• Mowing: Effective, not a lawn weed
  • Cultivation: Effective on young plants, but may regrow from taproots
  • Mulching (for prevention): Ineffective without barriers, as the seeds will germinate without light
  • Pulling: Pulling can be difficult without tools, because of the taproots.
  • Barriers: Effective, but must be weighed down because the plant is quite vigorous.
  • Contact herbicides (synthetic): Horticulture/Roundup is generally ineffective due to the protective leaf hairs.
  • Grazing: Not grazed by most animals.
  • Disposal: Safe to compost, except when seeds are present.

References[edit | edit source]

  • Grieve, Margaret (1971) [1931]. "Mullein, Great". A Modern Herbal. Volume 2: I-Z. Dover publication. ISBN 0486227995. Retrieved 2006-11-29. 
  • Hanrahan, Claire; Rebecca J. Frey (2005). "Mullein". in Jacqueline L. Longe. The Gale encyclopedia of alternative medicine. Volume 3: L-R (2nd edition ed.). Detroit: Thomson Gale. ISBN 0787674273. Retrieved 2006-11-30. 
  • Hilty, John. "Great Mullein". Weedy Wildflowers of Illinois. Illinois Wildflowers. Retrieved 2006-12-06.
  • Horton, David R. (2003). "Numbers and types of arthropods overwintering on common mullein, Verbascum thapsus L. (Scrophulariaceae), in a central Washington fruit-growing region" (PDF). Journal of the Entomological Society of British Columbia. 100: 79–86. ISSN 0071-0733. Retrieved 2006-11-30. {{cite journal}}: Unknown parameter |coauthors= ignored (|author= suggested) (help); Unknown parameter |month= ignored (help)
  • Hoshovsky, Marc C. (2001). "Element Stewardship Abstract for Verbascum thapsus". The Global Invasive Species Initiative. Retrieved 2006-11-29. {{cite web}}: Unknown parameter |month= ignored (help)
  • Pitcairn, Michael. "Verbascum thapsus". University of California Davis. Retrieved 2006-12-06.
  • "Verbascum thapsus". Plants For A Future. Retrieved 2006-12-06.
  • Remaley, Tom (1998). "Verbascum thapsus". Plant Conservation Alliance's Alien Plant Working Group. Retrieved 2006-11-29.
  • Silverman, Maida (1977). "Mullein". A City Herbal: Lore, Legend, & Uses of Common Weeds. pp. 99–104. ISBN 1-888123-00-1. {{cite book}}: Unknown parameter |chapterurl= ignored (|chapter-url= suggested) (help)
  • Wetherwax, Margriet (1993). "V. thapsus L." Jepson Manual online. University of California at Berkeley. Retrieved 2006-12-06.

  1. Charters, Michael L. "Plant name: T". California Plant Names: Latin and Greek Meanings and Derivations. Retrieved 2006-12-06.
  2. a b c d Wetherwax (1993)
  3. a b c d e f g h i j k l m n o Remaley (1998)
  4. a b c d e f g h i j k l m Pitcairn
  5. a b c d Hilty (2005)
  6. "Verbascum thapsus". Flora of China. Retrieved 2006-11-29.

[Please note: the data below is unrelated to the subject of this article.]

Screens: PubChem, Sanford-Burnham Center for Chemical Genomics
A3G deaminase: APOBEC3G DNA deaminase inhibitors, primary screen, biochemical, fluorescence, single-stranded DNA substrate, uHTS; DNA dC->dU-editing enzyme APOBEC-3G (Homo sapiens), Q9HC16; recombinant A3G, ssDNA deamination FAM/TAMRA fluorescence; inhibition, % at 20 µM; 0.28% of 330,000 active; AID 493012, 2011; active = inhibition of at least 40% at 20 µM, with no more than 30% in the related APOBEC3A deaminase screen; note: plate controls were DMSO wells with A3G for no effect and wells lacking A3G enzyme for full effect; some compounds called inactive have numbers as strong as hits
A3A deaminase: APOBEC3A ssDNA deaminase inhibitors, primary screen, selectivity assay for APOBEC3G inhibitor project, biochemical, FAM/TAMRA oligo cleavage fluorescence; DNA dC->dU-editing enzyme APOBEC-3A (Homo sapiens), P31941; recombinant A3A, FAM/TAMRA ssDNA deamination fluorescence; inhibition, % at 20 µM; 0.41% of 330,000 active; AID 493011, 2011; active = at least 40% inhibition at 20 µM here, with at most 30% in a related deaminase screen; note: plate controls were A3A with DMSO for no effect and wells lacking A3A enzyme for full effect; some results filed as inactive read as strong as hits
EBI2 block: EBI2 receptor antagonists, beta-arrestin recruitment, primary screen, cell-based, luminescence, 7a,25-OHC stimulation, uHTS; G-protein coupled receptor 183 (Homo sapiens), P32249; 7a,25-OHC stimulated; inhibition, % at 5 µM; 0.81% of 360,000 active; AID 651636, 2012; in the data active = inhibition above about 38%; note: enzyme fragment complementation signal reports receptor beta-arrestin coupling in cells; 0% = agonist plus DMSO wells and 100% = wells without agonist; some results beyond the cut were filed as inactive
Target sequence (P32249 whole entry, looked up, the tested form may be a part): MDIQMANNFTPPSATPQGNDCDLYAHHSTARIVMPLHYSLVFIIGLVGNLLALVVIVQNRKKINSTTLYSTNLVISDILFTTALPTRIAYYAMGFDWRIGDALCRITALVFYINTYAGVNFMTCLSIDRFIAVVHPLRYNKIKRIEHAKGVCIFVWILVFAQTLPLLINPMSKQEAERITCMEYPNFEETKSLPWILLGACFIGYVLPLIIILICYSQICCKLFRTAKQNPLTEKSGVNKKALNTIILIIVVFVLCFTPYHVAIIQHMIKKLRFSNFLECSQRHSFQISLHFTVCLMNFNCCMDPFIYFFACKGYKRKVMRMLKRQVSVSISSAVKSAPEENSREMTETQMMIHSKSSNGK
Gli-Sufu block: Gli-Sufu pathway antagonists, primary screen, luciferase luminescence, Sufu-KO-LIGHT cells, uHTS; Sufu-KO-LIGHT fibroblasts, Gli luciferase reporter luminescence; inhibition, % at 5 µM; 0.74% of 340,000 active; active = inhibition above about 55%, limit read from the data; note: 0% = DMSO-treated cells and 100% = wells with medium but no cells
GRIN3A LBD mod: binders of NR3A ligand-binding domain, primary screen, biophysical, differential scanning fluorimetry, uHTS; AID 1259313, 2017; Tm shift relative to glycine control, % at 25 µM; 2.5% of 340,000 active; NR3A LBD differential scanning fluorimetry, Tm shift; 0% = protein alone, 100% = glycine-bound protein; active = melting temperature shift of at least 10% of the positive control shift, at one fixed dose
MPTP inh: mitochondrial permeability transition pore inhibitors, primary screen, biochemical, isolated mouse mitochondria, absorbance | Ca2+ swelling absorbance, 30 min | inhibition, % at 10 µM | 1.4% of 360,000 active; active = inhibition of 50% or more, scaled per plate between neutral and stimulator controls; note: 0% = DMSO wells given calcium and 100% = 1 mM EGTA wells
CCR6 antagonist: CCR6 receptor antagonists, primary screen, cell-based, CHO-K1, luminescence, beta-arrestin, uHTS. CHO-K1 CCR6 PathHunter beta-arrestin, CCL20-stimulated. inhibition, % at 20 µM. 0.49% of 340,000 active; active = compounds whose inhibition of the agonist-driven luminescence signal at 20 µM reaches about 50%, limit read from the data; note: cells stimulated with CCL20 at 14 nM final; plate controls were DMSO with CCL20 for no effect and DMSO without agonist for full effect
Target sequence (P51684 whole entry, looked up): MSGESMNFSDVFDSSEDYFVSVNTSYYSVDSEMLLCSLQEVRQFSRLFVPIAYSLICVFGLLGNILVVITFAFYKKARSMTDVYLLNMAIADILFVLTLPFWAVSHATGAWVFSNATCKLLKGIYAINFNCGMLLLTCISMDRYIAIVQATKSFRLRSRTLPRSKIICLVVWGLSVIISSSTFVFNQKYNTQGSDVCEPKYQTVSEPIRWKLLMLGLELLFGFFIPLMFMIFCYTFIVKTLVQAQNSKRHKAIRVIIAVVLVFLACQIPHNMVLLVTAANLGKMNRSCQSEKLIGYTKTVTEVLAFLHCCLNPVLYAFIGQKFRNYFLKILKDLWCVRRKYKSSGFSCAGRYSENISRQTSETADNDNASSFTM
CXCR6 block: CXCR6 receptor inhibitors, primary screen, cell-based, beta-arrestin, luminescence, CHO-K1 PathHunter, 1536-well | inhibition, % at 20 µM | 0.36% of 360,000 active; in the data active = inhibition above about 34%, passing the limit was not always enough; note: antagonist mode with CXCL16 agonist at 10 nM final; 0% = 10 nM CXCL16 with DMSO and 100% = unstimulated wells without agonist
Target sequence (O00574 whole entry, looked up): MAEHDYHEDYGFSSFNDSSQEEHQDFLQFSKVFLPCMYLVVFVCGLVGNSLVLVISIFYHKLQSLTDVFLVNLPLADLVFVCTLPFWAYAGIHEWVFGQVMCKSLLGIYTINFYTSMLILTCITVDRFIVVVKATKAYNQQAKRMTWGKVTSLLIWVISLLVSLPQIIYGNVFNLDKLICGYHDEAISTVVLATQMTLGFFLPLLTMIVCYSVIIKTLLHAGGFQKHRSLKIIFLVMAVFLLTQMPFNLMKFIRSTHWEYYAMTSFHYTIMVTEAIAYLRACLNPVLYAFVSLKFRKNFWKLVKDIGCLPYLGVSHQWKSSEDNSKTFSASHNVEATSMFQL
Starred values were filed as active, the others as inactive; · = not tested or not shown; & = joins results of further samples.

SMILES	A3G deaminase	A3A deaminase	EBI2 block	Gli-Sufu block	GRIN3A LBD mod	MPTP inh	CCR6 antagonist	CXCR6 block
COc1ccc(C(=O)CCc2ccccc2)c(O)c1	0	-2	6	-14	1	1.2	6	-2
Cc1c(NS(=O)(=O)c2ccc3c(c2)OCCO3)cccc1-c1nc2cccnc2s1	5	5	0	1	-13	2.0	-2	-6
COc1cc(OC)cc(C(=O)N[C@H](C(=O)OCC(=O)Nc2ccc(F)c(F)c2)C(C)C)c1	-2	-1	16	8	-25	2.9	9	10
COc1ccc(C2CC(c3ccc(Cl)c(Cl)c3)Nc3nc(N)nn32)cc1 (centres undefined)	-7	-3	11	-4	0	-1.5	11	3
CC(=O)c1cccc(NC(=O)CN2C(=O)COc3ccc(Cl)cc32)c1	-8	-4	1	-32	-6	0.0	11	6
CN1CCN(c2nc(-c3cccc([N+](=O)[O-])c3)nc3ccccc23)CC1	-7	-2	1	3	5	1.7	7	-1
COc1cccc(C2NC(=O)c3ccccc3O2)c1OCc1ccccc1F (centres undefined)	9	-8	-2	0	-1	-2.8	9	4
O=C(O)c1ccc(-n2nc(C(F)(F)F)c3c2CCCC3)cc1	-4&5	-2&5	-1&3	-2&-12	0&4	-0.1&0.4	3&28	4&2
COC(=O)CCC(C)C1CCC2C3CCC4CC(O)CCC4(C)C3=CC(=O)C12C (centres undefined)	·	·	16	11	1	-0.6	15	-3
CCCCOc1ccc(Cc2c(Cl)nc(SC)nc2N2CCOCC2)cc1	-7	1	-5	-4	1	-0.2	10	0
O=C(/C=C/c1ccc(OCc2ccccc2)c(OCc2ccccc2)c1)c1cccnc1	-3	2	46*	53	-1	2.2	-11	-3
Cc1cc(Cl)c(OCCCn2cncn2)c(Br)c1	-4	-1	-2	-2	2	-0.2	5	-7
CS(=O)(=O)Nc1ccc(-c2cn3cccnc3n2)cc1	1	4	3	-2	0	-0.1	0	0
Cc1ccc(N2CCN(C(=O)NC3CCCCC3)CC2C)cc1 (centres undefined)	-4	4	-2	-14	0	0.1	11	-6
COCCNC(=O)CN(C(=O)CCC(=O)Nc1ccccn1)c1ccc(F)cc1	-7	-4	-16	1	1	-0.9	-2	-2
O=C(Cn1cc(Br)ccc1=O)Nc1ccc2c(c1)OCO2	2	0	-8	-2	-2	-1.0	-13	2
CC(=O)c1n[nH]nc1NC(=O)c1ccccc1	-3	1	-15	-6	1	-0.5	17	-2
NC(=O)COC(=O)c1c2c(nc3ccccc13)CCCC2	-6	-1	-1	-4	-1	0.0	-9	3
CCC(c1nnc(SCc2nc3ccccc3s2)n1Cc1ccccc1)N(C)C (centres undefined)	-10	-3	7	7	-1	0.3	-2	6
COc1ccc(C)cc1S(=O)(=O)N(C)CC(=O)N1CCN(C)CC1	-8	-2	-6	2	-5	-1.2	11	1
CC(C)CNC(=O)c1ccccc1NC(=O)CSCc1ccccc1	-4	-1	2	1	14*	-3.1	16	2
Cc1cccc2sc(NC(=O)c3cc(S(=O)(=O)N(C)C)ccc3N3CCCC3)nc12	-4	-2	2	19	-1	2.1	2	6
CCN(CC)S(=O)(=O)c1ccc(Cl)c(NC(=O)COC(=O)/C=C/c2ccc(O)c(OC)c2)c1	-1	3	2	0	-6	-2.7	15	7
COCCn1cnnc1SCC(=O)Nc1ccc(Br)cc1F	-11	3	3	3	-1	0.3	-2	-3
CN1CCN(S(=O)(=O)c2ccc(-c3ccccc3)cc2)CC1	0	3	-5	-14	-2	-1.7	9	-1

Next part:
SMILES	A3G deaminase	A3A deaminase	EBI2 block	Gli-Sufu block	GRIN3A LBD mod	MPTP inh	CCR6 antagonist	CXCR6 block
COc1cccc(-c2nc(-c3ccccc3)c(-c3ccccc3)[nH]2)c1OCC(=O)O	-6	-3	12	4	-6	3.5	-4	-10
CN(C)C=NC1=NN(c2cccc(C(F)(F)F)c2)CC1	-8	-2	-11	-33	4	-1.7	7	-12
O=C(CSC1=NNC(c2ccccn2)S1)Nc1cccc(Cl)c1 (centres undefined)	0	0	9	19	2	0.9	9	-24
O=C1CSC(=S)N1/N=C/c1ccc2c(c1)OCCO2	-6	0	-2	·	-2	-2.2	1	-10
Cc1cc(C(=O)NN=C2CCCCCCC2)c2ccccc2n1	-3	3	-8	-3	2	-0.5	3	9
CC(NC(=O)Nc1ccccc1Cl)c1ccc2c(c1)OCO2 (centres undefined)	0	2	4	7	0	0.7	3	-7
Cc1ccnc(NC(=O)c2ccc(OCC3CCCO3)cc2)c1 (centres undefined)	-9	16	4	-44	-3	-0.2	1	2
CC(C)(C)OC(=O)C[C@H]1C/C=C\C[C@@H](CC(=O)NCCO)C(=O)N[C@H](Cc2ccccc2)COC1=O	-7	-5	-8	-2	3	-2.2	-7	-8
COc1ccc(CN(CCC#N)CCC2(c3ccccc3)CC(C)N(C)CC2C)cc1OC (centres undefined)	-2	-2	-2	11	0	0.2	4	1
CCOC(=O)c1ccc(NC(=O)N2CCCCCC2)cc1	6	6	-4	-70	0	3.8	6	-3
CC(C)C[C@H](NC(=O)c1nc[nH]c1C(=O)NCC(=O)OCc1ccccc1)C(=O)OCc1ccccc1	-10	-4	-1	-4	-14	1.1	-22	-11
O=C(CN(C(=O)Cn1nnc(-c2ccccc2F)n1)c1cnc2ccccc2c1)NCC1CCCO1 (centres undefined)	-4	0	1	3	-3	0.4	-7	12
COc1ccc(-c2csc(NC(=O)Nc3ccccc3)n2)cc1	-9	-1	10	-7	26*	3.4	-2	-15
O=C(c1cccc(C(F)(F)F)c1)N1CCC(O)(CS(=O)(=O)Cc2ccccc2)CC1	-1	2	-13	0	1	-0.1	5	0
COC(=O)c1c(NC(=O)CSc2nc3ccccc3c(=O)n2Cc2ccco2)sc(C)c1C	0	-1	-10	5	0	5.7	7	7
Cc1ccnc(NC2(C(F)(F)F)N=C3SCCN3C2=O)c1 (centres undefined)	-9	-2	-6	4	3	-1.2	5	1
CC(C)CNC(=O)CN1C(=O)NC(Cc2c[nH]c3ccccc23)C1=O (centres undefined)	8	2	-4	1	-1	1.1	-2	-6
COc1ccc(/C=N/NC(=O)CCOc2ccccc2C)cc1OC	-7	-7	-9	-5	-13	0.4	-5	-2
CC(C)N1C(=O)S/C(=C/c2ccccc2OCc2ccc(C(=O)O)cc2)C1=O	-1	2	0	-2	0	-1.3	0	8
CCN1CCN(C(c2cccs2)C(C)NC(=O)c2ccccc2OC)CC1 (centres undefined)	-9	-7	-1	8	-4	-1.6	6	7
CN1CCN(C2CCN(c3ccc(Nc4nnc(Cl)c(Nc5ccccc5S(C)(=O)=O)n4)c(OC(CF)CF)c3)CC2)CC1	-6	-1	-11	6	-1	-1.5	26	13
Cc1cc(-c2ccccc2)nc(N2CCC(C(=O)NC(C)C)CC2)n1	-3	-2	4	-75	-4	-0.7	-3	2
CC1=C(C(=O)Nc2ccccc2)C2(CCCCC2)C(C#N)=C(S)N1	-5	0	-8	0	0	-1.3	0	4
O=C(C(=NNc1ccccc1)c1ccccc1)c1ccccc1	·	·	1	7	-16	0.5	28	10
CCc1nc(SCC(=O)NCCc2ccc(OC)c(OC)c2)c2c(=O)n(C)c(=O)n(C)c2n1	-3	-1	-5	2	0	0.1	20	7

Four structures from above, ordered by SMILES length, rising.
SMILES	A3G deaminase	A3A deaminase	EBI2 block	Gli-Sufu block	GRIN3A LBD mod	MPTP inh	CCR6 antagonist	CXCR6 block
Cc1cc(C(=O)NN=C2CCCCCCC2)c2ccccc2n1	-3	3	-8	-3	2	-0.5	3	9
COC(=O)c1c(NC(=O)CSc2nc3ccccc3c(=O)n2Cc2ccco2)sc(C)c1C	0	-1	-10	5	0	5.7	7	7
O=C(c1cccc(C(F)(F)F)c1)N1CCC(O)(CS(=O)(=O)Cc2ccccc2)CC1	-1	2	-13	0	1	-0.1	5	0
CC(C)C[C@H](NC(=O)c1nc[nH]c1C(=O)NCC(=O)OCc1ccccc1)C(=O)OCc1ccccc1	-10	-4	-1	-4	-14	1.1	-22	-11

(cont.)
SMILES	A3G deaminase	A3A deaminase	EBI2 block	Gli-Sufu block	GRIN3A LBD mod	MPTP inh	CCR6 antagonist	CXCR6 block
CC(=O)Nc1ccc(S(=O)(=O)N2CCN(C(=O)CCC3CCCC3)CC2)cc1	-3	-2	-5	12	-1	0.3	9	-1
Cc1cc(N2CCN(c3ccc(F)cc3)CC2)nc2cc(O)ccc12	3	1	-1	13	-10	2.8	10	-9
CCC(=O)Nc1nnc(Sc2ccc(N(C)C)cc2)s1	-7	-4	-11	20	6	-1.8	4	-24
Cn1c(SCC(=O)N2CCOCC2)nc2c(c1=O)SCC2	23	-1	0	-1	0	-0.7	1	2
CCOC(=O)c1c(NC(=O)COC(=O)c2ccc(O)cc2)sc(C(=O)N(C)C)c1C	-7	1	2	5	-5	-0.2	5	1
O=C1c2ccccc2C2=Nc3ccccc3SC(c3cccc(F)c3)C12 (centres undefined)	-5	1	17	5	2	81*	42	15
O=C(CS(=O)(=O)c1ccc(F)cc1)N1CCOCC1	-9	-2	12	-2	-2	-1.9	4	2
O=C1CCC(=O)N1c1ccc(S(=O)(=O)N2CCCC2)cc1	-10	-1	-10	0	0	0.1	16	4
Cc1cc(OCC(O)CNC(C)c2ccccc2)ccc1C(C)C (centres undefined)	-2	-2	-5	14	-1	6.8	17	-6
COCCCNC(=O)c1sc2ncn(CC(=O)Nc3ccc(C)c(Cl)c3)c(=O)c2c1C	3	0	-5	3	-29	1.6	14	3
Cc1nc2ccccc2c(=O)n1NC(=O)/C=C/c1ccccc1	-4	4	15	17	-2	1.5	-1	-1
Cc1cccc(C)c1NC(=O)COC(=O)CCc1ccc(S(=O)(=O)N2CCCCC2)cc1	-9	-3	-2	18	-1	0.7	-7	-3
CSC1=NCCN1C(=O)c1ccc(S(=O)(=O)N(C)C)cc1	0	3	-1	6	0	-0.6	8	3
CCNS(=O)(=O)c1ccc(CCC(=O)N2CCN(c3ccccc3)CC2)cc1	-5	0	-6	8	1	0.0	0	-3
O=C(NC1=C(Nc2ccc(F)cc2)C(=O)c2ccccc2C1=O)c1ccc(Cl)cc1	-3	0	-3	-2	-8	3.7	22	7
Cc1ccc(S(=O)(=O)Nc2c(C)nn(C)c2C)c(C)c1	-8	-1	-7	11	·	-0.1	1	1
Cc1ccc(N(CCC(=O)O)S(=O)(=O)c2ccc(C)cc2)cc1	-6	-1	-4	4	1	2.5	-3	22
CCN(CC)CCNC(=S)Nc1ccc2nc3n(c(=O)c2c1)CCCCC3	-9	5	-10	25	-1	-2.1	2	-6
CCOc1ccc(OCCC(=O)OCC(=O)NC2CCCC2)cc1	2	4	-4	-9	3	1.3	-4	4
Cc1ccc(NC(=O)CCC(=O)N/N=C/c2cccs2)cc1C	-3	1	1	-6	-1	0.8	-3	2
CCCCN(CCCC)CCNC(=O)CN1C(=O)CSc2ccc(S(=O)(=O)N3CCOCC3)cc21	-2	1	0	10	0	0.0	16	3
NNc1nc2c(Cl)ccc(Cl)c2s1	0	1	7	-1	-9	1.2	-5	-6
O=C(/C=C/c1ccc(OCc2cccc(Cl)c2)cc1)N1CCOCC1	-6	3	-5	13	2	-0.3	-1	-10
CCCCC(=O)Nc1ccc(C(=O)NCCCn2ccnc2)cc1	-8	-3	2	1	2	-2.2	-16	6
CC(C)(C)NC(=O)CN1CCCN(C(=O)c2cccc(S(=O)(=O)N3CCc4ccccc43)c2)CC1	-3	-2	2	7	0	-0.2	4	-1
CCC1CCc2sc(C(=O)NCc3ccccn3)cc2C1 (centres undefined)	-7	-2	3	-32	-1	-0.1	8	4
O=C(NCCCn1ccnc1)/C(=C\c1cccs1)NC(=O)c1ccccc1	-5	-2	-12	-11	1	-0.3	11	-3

7. a b c d e f g h i j k l m Hoshovsky (2001)
  8. "Ficha de la Especie Verbascum thapsus". Base de Datos sobre Invasiones Biológicas en Argentina. Universidad Nacional del Sur. Retrieved 2006-12-06.
  9. "Verbascum thapsus". Global Invasive Species Database. IUCN Invasive Species Specialist Group. 8 July 2005. Retrieved 2006-11-29.
  10. Mitch, Larry W. "Common Mullein—the Roadside Torch Parade". Intriguing World of Weeds. Weed Science Society of America. Retrieved 2006-12-06.
  11. "Verbascum thapsus". PLANTS Database. United States Department of Agriculture. Retrieved 2006-12-06. {{cite web}}: Text "USDA Natural Resources Conservation Service" ignored (help)
  12. "Colorado State-listed Noxious Weeds". PLANTS Database. USDA Natural Resources Conservation Service. Retrieved 2006-12-06.
  13. "Hawaii State-listed Noxious Weeds". PLANTS Database. USDA Natural Resources Conservation Service. Retrieved 2006-12-06.
  14. Faithful, Ian. "Great mullein". Victoria Department of Primary Industries. Retrieved 2006-12-06.
  15. Coutlee, Ellen L. (1963). "Maintenance Behavior of the American Goldfinch" (PDF). Wilson Bulletin. pp. 342–357. ISSN 0043-5643. {{cite web}}: Unknown parameter |month= ignored (help)
  16. Kivilaan, A. (1981). "The One Hundred-Year Period for Dr. Beal's Seed Viability Experiment". American Journal of Botany. 69 (9): 1290–1292. ISSN 0002-9122. {{cite journal}}: Unknown parameter |coauthors= ignored (|author= suggested) (help); Unknown parameter |month= ignored (help)
  17. a b c d Horton (2003)
  18. Price, W. C. (1940). "Comparative Host Ranges of Six Plant Viruses". American Journal of Botany. 57 (7): 530–541. ISSN 00029122. {{cite journal}}: Unknown parameter |month= ignored (help)
  19. Higbee, Bradley S. "Campylomma verbasci (Meyer)". Biological Control: A Guide to Natural Enemies in North America. Cornell University. Retrieved 2006-12-06.
  20. a b Silverman (1977)
  21. a b c d e f g Grieve (1931)
  22. a b c d e Hanrahan & Frey (2005)
  23. Drury, Susan (1991). "Plants and Wart Cures in England from the Seventeenth to the Nineteenth Century: Some Examples". Folklore. 102 (1): 97–100. ISSN 0015-587X.
  24. Turker, Aldu Ucar (2002). "Biological activity of common mullein, a medicinal plant". Journal of Ethnopharmacology. 82 (2–3): 117–125. doi:10.1016/S0378-8741(02)00186-1. {{cite journal}}: Unknown parameter |coauthors= ignored (|author= suggested) (help); Unknown parameter |month= ignored (help)
  25. "Mullein flower". The Commission E Monographs. American Botanical Council. February 1, 1990. Retrieved 2006-12-06.
  26. a b Plants for a Future
  27. Kay, Margaret (1994). "Poisoning by Gordolobo". HerbalGram (32): 42. ISSN 0899-5648. {{cite journal}}: Unknown parameter |month= ignored (help)
  28. In book 25, he describes "two principal kinds [of verbascum]": Latin, English